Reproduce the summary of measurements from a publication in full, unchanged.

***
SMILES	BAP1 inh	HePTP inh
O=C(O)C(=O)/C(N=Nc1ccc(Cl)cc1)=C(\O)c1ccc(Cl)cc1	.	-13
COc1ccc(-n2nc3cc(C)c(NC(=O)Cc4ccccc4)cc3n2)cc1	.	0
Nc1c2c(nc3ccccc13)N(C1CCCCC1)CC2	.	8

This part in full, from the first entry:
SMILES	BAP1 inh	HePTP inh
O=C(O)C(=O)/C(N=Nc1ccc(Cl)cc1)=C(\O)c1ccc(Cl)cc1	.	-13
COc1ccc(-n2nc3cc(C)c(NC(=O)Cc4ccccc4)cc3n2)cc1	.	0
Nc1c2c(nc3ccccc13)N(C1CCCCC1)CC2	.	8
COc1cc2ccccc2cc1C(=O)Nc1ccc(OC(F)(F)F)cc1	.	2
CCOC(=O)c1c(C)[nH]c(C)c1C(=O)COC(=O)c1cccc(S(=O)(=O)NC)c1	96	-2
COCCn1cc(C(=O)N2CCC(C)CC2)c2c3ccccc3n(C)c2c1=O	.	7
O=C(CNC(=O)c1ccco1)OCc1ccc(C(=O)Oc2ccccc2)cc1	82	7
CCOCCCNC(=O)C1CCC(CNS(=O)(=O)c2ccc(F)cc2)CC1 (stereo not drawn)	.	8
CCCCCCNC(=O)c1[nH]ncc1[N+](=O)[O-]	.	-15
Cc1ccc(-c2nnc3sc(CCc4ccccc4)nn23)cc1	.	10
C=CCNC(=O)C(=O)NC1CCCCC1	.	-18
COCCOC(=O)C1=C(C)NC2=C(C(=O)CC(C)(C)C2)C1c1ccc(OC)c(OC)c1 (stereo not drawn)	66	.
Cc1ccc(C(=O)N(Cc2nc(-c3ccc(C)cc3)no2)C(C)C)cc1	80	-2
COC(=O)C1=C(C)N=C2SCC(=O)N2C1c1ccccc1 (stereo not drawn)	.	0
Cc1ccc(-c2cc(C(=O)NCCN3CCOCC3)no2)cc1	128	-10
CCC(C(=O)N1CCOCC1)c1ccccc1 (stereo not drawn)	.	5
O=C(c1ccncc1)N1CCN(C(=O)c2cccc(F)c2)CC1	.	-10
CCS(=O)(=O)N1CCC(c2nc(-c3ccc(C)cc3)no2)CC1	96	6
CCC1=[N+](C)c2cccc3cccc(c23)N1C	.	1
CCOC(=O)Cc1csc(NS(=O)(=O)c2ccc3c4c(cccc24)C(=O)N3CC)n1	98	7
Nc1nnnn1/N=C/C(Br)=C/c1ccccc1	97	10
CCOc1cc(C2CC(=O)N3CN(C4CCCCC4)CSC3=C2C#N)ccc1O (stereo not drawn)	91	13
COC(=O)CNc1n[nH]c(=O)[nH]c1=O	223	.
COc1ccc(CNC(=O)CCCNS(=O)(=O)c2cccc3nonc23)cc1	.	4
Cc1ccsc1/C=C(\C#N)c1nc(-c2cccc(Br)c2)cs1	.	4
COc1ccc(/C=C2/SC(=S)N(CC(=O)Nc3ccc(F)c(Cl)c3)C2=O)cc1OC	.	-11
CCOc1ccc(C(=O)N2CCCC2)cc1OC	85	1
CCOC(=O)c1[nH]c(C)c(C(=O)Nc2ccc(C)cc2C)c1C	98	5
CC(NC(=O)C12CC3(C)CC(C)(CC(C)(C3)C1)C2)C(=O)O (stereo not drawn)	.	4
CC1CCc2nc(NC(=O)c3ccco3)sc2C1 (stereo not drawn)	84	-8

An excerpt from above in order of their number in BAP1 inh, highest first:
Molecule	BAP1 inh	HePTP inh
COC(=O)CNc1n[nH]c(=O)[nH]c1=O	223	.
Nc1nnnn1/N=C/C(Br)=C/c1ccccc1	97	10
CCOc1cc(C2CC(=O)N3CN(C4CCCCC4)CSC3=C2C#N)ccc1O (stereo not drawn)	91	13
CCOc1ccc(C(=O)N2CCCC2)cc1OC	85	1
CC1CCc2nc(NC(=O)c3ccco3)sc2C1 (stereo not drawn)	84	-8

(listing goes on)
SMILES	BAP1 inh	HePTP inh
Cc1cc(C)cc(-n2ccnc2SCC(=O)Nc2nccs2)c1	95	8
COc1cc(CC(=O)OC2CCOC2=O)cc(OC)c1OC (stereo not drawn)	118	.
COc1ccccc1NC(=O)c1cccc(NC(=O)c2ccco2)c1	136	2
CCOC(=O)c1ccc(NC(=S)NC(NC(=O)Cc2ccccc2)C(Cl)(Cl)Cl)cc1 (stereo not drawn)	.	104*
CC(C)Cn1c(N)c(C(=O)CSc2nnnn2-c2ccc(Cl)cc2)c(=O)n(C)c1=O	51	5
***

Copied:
SMILES	BAP1 inh	HePTP inh
O=C(O)C(=O)/C(N=Nc1ccc(Cl)cc1)=C(\O)c1ccc(Cl)cc1	.	-13
COc1ccc(-n2nc3cc(C)c(NC(=O)Cc4ccccc4)cc3n2)cc1	.	0
Nc1c2c(nc3ccccc13)N(C1CCCCC1)CC2	.	8

This part in full, from the first entry:
SMILES	BAP1 inh	HePTP inh
O=C(O)C(=O)/C(N=Nc1ccc(Cl)cc1)=C(\O)c1ccc(Cl)cc1	.	-13
COc1ccc(-n2nc3cc(C)c(NC(=O)Cc4ccccc4)cc3n2)cc1	.	0
Nc1c2c(nc3ccccc13)N(C1CCCCC1)CC2	.	8
COc1cc2ccccc2cc1C(=O)Nc1ccc(OC(F)(F)F)cc1	.	2
CCOC(=O)c1c(C)[nH]c(C)c1C(=O)COC(=O)c1cccc(S(=O)(=O)NC)c1	96	-2
COCCn1cc(C(=O)N2CCC(C)CC2)c2c3ccccc3n(C)c2c1=O	.	7
O=C(CNC(=O)c1ccco1)OCc1ccc(C(=O)Oc2ccccc2)cc1	82	7
CCOCCCNC(=O)C1CCC(CNS(=O)(=O)c2ccc(F)cc2)CC1 (stereo not drawn)	.	8
CCCCCCNC(=O)c1[nH]ncc1[N+](=O)[O-]	.	-15
Cc1ccc(-c2nnc3sc(CCc4ccccc4)nn23)cc1	.	10
C=CCNC(=O)C(=O)NC1CCCCC1	.	-18
COCCOC(=O)C1=C(C)NC2=C(C(=O)CC(C)(C)C2)C1c1ccc(OC)c(OC)c1 (stereo not drawn)	66	.
Cc1ccc(C(=O)N(Cc2nc(-c3ccc(C)cc3)no2)C(C)C)cc1	80	-2
COC(=O)C1=C(C)N=C2SCC(=O)N2C1c1ccccc1 (stereo not drawn)	.	0
Cc1ccc(-c2cc(C(=O)NCCN3CCOCC3)no2)cc1	128	-10
CCC(C(=O)N1CCOCC1)c1ccccc1 (stereo not drawn)	.	5
O=C(c1ccncc1)N1CCN(C(=O)c2cccc(F)c2)CC1	.	-10
CCS(=O)(=O)N1CCC(c2nc(-c3ccc(C)cc3)no2)CC1	96	6
CCC1=[N+](C)c2cccc3cccc(c23)N1C	.	1
CCOC(=O)Cc1csc(NS(=O)(=O)c2ccc3c4c(cccc24)C(=O)N3CC)n1	98	7
Nc1nnnn1/N=C/C(Br)=C/c1ccccc1	97	10
CCOc1cc(C2CC(=O)N3CN(C4CCCCC4)CSC3=C2C#N)ccc1O (stereo not drawn)	91	13
COC(=O)CNc1n[nH]c(=O)[nH]c1=O	223	.
COc1ccc(CNC(=O)CCCNS(=O)(=O)c2cccc3nonc23)cc1	.	4
Cc1ccsc1/C=C(\C#N)c1nc(-c2cccc(Br)c2)cs1	.	4
COc1ccc(/C=C2/SC(=S)N(CC(=O)Nc3ccc(F)c(Cl)c3)C2=O)cc1OC	.	-11
CCOc1ccc(C(=O)N2CCCC2)cc1OC	85	1
CCOC(=O)c1[nH]c(C)c(C(=O)Nc2ccc(C)cc2C)c1C	98	5
CC(NC(=O)C12CC3(C)CC(C)(CC(C)(C3)C1)C2)C(=O)O (stereo not drawn)	.	4
CC1CCc2nc(NC(=O)c3ccco3)sc2C1 (stereo not drawn)	84	-8

An excerpt from above in order of their number in BAP1 inh, highest first:
Molecule	BAP1 inh	HePTP inh
COC(=O)CNc1n[nH]c(=O)[nH]c1=O	223	.
Nc1nnnn1/N=C/C(Br)=C/c1ccccc1	97	10
CCOc1cc(C2CC(=O)N3CN(C4CCCCC4)CSC3=C2C#N)ccc1O (stereo not drawn)	91	13
CCOc1ccc(C(=O)N2CCCC2)cc1OC	85	1
CC1CCc2nc(NC(=O)c3ccco3)sc2C1 (stereo not drawn)	84	-8

(listing goes on)
SMILES	BAP1 inh	HePTP inh
Cc1cc(C)cc(-n2ccnc2SCC(=O)Nc2nccs2)c1	95	8
COc1cc(CC(=O)OC2CCOC2=O)cc(OC)c1OC (stereo not drawn)	118	.
COc1ccccc1NC(=O)c1cccc(NC(=O)c2ccco2)c1	136	2
CCOC(=O)c1ccc(NC(=S)NC(NC(=O)Cc2ccccc2)C(Cl)(Cl)Cl)cc1 (stereo not drawn)	.	104*
CC(C)Cn1c(N)c(C(=O)CSc2nnnn2-c2ccc(Cl)cc2)c(=O)n(C)c1=O	51	5